GEORG SPARBER (Liechtenstein) said he was pleased to see the number of States parties now adhering to the milestone agreement and hoped that figure could increase. He was deeply concerned about the growing dimension of transnational organized crime and its growing threat to development, peace and security, and human rights. It was a global security challenge, with the potential to jeopardize the stability and social coherence of entire nations. The international community had agreed that the fight against transnational organized crime was a common and shared responsibility. He hoped the upcoming anniversary would be used to intensify the United Nations operational work to combat that threat. Ten years after the Convention’s adoption, the focus must be on implementation.
In that regard, he said his country supported current efforts to establish an effective review mechanism. The commitment of States parties should be strengthened towards, among other gains, promotion of sustained and effective national judiciaries. Liechtenstein recognized the crucial need for effective cooperation. Its own financial centre was committed to the highest standards in that regard, and its domestic legal framework was fully capable of detecting financial flows stemming from organized criminal activities. Moreover, it was engaged in efforts to recover stolen assets. Those efforts complemented its longstanding commitment to combat money laundering, corruption and the financing of terrorism.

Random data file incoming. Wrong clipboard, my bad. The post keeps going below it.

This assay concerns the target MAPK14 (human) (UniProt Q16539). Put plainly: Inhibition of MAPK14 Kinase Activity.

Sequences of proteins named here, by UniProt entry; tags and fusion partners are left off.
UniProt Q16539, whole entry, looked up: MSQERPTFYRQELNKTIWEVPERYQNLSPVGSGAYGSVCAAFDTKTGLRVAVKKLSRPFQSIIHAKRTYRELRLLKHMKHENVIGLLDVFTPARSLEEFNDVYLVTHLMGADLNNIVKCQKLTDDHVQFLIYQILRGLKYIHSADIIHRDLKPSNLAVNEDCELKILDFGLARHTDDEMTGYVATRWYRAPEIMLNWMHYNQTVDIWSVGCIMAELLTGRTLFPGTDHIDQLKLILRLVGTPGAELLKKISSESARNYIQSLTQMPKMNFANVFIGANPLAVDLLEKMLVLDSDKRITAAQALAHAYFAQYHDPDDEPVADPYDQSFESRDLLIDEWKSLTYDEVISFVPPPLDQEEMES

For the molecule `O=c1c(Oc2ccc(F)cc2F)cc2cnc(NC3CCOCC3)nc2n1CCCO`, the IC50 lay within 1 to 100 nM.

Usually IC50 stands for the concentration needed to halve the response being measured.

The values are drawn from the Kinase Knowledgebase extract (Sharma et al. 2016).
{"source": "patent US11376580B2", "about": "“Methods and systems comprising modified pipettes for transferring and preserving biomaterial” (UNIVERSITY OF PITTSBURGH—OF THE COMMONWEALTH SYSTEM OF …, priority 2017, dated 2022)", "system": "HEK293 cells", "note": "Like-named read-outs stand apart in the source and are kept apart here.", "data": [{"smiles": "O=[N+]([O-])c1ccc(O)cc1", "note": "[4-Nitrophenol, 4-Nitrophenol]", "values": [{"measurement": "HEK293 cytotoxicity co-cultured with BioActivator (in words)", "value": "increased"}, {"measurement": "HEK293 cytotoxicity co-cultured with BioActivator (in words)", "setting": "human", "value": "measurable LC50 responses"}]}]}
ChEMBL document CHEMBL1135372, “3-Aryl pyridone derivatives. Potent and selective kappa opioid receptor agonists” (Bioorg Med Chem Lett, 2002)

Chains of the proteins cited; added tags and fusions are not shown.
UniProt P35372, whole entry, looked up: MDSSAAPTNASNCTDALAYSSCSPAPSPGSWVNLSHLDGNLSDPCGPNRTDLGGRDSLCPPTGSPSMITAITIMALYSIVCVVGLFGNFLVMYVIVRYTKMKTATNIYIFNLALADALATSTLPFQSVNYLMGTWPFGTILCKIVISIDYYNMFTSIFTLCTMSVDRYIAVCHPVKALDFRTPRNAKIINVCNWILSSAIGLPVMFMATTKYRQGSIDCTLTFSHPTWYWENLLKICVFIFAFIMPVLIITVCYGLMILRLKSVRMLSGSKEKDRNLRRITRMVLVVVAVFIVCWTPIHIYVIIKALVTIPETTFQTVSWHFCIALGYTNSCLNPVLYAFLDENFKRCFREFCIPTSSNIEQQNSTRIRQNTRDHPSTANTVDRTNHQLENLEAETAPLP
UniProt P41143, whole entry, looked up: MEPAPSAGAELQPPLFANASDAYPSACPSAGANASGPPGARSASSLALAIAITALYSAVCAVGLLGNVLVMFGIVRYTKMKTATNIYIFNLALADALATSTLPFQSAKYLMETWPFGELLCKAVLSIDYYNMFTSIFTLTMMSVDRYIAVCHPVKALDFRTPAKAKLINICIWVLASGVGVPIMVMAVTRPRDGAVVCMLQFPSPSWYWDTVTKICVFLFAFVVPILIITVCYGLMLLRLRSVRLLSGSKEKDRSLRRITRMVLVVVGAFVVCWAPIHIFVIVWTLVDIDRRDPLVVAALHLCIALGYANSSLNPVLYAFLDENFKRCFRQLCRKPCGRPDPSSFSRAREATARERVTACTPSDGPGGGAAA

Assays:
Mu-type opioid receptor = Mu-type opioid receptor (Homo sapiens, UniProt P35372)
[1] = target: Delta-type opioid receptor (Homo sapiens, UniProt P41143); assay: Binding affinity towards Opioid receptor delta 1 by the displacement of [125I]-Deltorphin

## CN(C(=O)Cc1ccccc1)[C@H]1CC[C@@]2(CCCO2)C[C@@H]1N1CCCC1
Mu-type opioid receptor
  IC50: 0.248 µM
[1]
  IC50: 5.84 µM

ABDULLAH HUSSAIN HAROON (Pakistan) said there was a two-way relationship between transnational organized crime that emerged from the developing and developed world. Poorer and less privileged socio-economic surroundings provided a conducive ground for transnational organized crime to expand its turf, while access to resources and advanced technology from the developed countries provided the necessary edge to the culprits over law enforcement and security agencies. There was also a supply-and-demand side to transnational organized crime, particularly in drug trafficking, trafficking in persons, corruption and money laundering. Increase in the demand for drugs, exploitation of cheap labour and opportunities to transfer illegal wealth in the developed world led to increased supply from the developing world. Pakistan remained cognizant of its responsibility to counter that menace and believed and the world drug problem demanded effective and enhanced international cooperation. In that regard, Pakistan welcomed the adoption of the Salvador Declaration during the Twelfth United Nations Congress on Crime Prevention and Criminal Justice.